[0004] Thermal ablation, as may be accomplished using focused ultrasound, has particular appeal for treating internal tissue because it generally does not disturb intervening or surrounding healthy tissue. Focused ultrasound may also be attractive, in that acoustic energy generally penetrates well through soft tissues, and ultrasonic energy, in particular, may be focused within zones having a cross-section of only a few millimeters; this is due to the relatively short wavelengths (e.g., as small as 1.5 millimeters (mm) in cross-section at one MegaHertz (MHz) of ultrasonic energy. Thus, ultrasound may be focused at a small target in order to ablate the tissue without significantly damaging surrounding healthy tissue. [0005] As one example, low-frequency therapeutic ultrasound offers considerable advantages in trans-cranial brain treatments where skull heating is a risk. At the same time, however, at low frequencies the absorption of the acoustic energy by the tissue to be treated is very low. As a result, the preferred method of achieving thermal ablation relies on cavitation — i.e., the process by which microscopic bubbles are formed and implode violently, producing shock waves that destroy the target tissue. Unfortunately, cavitation is highly sensitive to local tissue characteristics and is difficult to model and predict in in-vivo. Without the ability to predict cavitation thresholds, too much or too little energy may be applied, resulting in insufficient energy being delivered to the target tissue, uncontrolled effects of excess cavitation such as expansion of the affected area beyond the planned volume and/or a shift (generally towards the transducer) of the treatment volume.

[0006] Accordingly, there is a need for automated systems and methods for effectively monitoring and controlling in real time the effects of cavitation occurring in tissue being treated using focused ultrasound.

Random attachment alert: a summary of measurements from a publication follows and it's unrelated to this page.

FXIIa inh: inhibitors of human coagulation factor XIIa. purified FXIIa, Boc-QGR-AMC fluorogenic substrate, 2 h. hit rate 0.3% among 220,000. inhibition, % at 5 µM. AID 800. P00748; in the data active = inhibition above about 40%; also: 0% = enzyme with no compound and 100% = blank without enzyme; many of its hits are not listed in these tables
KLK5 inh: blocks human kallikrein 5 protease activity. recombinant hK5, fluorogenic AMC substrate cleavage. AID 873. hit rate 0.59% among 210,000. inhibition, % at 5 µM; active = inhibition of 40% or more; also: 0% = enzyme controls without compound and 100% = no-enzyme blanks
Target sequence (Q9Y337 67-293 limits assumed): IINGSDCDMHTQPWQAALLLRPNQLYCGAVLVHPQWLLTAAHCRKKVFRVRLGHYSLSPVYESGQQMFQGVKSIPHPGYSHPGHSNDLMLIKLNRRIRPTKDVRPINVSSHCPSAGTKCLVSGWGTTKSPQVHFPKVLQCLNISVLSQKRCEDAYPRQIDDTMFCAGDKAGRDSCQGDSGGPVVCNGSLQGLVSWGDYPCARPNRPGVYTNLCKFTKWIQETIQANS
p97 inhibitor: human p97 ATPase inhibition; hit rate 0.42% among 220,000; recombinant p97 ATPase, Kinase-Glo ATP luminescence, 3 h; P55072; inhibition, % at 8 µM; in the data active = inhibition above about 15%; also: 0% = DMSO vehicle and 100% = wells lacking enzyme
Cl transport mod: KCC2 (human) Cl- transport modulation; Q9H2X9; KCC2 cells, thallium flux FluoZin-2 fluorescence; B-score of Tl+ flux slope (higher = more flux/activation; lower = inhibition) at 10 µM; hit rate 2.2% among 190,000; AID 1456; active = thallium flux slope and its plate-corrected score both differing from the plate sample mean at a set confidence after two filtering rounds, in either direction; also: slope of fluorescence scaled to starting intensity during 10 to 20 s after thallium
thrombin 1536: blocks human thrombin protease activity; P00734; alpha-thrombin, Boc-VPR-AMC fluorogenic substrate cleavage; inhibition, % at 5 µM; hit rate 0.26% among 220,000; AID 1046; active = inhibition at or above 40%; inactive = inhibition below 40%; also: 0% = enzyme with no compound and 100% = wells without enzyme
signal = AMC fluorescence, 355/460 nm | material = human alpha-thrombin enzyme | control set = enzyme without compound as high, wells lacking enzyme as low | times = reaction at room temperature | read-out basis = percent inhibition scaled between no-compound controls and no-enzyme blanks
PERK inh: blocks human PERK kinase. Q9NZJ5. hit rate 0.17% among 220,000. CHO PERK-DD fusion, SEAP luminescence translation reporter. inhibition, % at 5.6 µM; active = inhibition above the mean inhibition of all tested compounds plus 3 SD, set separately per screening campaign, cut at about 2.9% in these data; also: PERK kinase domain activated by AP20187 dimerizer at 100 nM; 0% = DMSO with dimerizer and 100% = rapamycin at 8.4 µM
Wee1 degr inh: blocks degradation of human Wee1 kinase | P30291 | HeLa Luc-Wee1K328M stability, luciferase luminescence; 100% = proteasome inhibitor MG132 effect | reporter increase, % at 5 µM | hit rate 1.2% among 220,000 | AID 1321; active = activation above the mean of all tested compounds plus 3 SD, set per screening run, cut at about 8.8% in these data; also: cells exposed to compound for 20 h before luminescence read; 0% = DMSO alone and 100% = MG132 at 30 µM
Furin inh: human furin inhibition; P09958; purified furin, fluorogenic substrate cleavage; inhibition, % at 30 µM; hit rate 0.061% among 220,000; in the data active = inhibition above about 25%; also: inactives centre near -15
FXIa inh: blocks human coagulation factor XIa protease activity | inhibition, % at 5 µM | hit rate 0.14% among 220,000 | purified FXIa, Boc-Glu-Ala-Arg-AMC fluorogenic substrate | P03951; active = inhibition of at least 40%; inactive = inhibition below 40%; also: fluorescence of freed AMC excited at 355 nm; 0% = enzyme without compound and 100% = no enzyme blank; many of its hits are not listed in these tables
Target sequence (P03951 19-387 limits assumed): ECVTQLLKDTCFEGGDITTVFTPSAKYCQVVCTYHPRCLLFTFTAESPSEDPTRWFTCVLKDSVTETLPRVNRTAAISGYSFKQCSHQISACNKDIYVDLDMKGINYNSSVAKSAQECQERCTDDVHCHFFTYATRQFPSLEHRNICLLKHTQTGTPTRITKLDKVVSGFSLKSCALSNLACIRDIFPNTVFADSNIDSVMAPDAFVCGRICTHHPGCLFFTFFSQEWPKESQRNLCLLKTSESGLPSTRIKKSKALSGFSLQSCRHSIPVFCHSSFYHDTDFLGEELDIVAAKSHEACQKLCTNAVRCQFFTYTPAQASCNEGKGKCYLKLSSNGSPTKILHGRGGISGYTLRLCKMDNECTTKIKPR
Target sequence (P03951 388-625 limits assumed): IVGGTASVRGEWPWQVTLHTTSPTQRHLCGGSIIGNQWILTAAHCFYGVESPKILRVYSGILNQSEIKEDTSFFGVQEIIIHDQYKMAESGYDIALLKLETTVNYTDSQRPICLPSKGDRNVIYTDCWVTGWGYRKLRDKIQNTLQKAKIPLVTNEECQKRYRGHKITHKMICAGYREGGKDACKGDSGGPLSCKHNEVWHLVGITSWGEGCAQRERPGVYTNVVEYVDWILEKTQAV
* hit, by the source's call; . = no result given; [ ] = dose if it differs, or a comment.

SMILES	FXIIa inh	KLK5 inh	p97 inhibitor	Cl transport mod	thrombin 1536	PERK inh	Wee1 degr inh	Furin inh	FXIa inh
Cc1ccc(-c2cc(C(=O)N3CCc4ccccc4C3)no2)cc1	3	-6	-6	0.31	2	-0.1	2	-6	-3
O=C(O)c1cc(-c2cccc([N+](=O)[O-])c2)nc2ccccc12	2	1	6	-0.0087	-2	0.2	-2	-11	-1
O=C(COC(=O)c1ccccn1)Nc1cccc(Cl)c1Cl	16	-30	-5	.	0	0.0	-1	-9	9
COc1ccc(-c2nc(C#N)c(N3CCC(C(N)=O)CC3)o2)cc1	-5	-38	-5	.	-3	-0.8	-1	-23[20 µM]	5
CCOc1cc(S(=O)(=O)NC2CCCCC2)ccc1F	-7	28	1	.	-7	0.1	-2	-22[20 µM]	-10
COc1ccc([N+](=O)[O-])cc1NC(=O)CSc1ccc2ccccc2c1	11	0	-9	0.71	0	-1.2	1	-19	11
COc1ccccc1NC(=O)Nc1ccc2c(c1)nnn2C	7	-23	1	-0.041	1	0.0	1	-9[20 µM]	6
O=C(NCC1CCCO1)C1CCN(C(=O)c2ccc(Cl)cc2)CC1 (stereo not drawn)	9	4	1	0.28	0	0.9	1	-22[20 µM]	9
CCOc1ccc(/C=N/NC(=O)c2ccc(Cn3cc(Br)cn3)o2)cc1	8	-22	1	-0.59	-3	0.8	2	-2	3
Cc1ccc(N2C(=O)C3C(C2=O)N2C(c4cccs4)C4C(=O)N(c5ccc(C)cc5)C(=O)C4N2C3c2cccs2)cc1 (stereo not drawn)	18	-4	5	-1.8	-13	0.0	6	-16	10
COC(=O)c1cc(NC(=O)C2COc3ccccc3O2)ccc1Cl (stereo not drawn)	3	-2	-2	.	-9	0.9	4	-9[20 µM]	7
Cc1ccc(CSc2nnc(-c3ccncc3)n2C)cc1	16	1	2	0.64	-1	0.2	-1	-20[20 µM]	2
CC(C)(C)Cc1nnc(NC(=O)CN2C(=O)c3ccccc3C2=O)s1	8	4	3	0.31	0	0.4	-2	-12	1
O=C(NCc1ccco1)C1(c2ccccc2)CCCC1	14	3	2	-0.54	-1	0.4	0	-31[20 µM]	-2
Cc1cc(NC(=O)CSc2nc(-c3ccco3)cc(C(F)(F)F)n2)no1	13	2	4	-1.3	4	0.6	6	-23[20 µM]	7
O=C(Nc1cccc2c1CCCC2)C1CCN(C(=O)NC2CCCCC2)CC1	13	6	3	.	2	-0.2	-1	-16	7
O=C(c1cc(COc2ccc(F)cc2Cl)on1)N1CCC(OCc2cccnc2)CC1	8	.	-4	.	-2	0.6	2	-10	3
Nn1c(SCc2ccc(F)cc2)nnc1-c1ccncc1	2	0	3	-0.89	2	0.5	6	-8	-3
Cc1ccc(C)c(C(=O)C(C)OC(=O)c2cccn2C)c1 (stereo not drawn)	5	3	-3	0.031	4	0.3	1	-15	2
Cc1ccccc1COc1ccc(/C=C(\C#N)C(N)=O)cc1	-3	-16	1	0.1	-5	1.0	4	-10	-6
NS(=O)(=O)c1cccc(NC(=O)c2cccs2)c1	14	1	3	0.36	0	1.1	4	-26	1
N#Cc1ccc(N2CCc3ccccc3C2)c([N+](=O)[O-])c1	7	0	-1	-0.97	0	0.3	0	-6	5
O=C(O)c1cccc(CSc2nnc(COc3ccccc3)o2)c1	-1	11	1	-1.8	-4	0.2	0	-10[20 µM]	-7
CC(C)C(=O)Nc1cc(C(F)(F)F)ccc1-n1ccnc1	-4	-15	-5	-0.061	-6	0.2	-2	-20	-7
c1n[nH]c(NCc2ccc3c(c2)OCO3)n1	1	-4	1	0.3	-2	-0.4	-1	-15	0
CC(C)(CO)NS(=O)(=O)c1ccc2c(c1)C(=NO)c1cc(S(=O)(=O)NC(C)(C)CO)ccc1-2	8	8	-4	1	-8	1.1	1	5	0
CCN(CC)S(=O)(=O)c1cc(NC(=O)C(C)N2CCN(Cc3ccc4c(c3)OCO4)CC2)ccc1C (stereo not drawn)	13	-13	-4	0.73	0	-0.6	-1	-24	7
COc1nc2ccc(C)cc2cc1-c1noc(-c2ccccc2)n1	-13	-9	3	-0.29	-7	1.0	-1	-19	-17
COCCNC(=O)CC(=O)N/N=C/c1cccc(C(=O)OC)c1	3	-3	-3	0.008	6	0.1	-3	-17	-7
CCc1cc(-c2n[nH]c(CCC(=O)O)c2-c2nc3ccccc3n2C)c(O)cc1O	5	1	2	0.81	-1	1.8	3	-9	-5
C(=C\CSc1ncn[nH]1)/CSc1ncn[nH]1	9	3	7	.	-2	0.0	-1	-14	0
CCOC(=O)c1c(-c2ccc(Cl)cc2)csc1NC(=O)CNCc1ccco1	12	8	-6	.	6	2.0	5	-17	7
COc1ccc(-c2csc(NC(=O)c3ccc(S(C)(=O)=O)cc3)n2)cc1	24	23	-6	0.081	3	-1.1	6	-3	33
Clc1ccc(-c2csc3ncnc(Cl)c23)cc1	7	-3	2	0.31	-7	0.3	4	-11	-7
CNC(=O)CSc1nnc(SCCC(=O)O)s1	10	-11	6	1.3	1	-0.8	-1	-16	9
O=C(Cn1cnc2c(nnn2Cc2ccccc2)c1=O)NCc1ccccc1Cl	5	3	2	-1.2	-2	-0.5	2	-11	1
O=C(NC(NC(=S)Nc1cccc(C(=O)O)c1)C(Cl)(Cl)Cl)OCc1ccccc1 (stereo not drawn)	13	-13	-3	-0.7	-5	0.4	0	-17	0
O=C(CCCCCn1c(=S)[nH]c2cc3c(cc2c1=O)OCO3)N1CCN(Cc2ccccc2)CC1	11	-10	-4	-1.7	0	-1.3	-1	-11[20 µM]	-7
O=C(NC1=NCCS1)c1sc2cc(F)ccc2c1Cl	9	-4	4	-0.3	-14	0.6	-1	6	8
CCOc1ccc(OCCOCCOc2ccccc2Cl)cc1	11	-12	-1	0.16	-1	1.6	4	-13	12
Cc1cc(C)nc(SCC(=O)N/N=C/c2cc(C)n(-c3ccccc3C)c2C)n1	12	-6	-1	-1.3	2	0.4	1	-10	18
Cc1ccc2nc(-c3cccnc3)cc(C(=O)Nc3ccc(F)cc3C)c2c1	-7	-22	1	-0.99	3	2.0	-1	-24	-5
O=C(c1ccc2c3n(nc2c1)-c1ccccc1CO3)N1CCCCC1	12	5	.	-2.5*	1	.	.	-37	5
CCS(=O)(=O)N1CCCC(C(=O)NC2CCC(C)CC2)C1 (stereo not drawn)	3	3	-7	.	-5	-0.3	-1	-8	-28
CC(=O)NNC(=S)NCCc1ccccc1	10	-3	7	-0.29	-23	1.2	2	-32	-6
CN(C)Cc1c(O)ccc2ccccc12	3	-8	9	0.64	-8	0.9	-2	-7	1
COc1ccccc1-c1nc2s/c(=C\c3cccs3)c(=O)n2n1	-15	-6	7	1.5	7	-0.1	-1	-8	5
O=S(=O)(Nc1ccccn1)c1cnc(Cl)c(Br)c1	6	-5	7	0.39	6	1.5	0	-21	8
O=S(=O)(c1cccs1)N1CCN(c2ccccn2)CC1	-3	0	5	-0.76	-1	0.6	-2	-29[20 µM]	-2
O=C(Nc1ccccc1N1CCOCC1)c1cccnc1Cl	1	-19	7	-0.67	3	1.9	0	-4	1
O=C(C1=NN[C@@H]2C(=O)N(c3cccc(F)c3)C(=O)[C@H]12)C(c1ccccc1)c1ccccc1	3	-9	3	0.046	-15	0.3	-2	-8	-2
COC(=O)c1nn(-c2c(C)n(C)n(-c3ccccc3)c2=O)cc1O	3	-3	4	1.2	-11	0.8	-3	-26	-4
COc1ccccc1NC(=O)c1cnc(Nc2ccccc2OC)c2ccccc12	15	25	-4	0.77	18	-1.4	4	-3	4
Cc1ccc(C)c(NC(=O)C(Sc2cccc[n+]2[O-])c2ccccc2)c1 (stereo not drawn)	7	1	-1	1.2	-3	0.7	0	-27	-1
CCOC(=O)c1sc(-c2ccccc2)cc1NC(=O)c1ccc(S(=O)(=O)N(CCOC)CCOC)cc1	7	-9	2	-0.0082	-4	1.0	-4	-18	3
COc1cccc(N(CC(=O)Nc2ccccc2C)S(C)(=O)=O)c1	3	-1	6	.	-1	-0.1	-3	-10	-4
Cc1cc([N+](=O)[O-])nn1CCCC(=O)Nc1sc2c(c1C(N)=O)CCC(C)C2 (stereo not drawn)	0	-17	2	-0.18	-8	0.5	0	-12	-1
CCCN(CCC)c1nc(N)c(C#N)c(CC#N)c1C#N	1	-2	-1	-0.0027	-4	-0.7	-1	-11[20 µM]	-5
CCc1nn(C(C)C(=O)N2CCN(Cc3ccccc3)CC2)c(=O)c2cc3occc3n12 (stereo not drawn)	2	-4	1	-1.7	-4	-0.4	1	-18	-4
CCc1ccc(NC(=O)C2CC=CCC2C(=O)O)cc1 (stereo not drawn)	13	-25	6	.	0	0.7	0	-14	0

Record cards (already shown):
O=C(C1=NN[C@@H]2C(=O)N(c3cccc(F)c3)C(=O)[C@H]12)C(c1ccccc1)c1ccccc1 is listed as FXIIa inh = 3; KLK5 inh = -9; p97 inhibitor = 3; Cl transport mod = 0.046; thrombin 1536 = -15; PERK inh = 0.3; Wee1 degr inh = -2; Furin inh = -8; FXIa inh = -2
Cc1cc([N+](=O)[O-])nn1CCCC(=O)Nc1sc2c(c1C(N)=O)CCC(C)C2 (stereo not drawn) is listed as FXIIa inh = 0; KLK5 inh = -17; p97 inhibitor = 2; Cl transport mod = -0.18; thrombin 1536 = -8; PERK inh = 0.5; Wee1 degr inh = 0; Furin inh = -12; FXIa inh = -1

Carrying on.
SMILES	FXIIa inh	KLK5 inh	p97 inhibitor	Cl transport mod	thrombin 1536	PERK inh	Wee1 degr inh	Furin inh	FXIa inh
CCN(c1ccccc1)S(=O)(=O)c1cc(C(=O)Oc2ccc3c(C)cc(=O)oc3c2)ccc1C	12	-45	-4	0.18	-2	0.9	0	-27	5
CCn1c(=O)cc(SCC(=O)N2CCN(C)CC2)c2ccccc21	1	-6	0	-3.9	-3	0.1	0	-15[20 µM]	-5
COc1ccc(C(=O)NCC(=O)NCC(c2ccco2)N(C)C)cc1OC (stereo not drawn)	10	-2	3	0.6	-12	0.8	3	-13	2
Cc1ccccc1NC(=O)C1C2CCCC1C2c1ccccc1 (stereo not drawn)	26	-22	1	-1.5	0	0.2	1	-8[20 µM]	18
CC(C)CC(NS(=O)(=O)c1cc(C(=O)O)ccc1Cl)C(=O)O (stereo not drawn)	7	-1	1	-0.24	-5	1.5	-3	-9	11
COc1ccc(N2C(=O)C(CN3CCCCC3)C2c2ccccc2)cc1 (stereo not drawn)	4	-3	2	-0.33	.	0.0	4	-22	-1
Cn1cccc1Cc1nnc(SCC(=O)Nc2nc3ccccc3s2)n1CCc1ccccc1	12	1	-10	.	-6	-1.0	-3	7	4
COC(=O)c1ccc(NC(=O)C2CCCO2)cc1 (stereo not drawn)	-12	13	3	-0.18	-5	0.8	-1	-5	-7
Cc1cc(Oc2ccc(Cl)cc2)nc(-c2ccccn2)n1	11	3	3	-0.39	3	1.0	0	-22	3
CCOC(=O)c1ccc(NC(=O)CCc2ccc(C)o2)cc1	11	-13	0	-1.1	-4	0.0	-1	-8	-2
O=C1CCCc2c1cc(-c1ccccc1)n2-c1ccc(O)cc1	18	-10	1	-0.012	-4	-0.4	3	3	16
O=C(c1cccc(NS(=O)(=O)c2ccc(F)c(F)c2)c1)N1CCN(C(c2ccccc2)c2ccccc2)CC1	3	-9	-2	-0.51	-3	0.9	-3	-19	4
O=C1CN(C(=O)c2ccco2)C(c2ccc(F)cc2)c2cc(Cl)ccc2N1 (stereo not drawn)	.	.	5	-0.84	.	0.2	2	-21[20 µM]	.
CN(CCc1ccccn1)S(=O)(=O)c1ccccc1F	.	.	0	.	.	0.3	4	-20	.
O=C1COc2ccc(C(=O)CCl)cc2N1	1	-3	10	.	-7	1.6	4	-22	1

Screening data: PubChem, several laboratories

Summary of the Invention [0007] The present invention provides procedures and systems that facilitate non-invasive, focused ultrasound treatment using cavitation. In general, the technique uses a closed-loop approach such that immediate feedback regarding the extent of cavitation is provided to an operator or to an automatic control system. The objective is to direct ultrasound energy at the target tissue so as to cause cavitation within the tissue cells while avoiding the unwanted results of cavitation in surrounding tissue. A closed-loop control mechanism in accordance with the present invention may utilize acoustic detectors to monitor and/or record, in real-time, the acoustic activity occurring at the tissue being treated. Because cavitation emits a distinct acoustic signal, it can be detected before it becomes disruptive. Further, the signal may be analyzed to determine whether to increase or decrease the acoustic power of the transducers, or to influence other cavitation parameters. A real-time control loop ensures that sufficient acoustic power is delivered to the tissue to cause cavitation (and, thereby, destruction of target tissue) while keeping cavitation within safety limits so that uncontrolled effects do not occur. [0008] In a first aspect, a focused ultrasound system includes an ultrasound transducer device having multiple transducer elements and drive circuitry coupled to the transducer elements. The system also includes an acoustic detector configured to detect signals indicative of cavitation in tissue being targeted by the transducer elements, and a drive signal controller coupled to the drive circuitry. The controller manages the delivery of acoustic energy based on the cavitation signals detected by the acoustic detector such that the therapeutic effect at the targeted tissue remains within an efficacy range, which, in some cases, may change over time as the ultrasound energy is delivered to the target tissue. The efficacy range is defined by an efficacy threshold and a safety ceiling. [0009] In some embodiments, the acoustic detector includes one or more hydrophones for detecting the cavitation signals. In some cases, the detector process the caviation signals and produces a cavitation signature, which may include various control parameters that are correlated with the therapeutic effect. The drive signal controller may modify the sonication pattern (e.g., increase or decrease the sonication power) of the ultrasound transducer if the control parameters indicate that the therapeutic effect is outside the efficacy range. In some cases, control parameters include a broadband median that represents the median amplitude of the cavitation signals over a sensed frequency band. In certain embodiments, the transducers operate at about 22OkHz and the cavitation signals fall within the frequency band spanning 50kHz to 12OkHz. [0010] In another aspect, a method for controlling ultrasound energy being delivered to a patient using a focused ultrasound system includes delivering focused ultrasound energy to a target tissue within the patient and detecting signals (e.g., acoustic signals) indicative of cavitation in the target tissue. Further, the acoustic energy delivered from transducer elements within the ultrasound system is managed and controlled in response to the detected cavitation signals such that a therapeutic effect remains within an efficacy range defined by a efficacy threshold and a safety ceiling.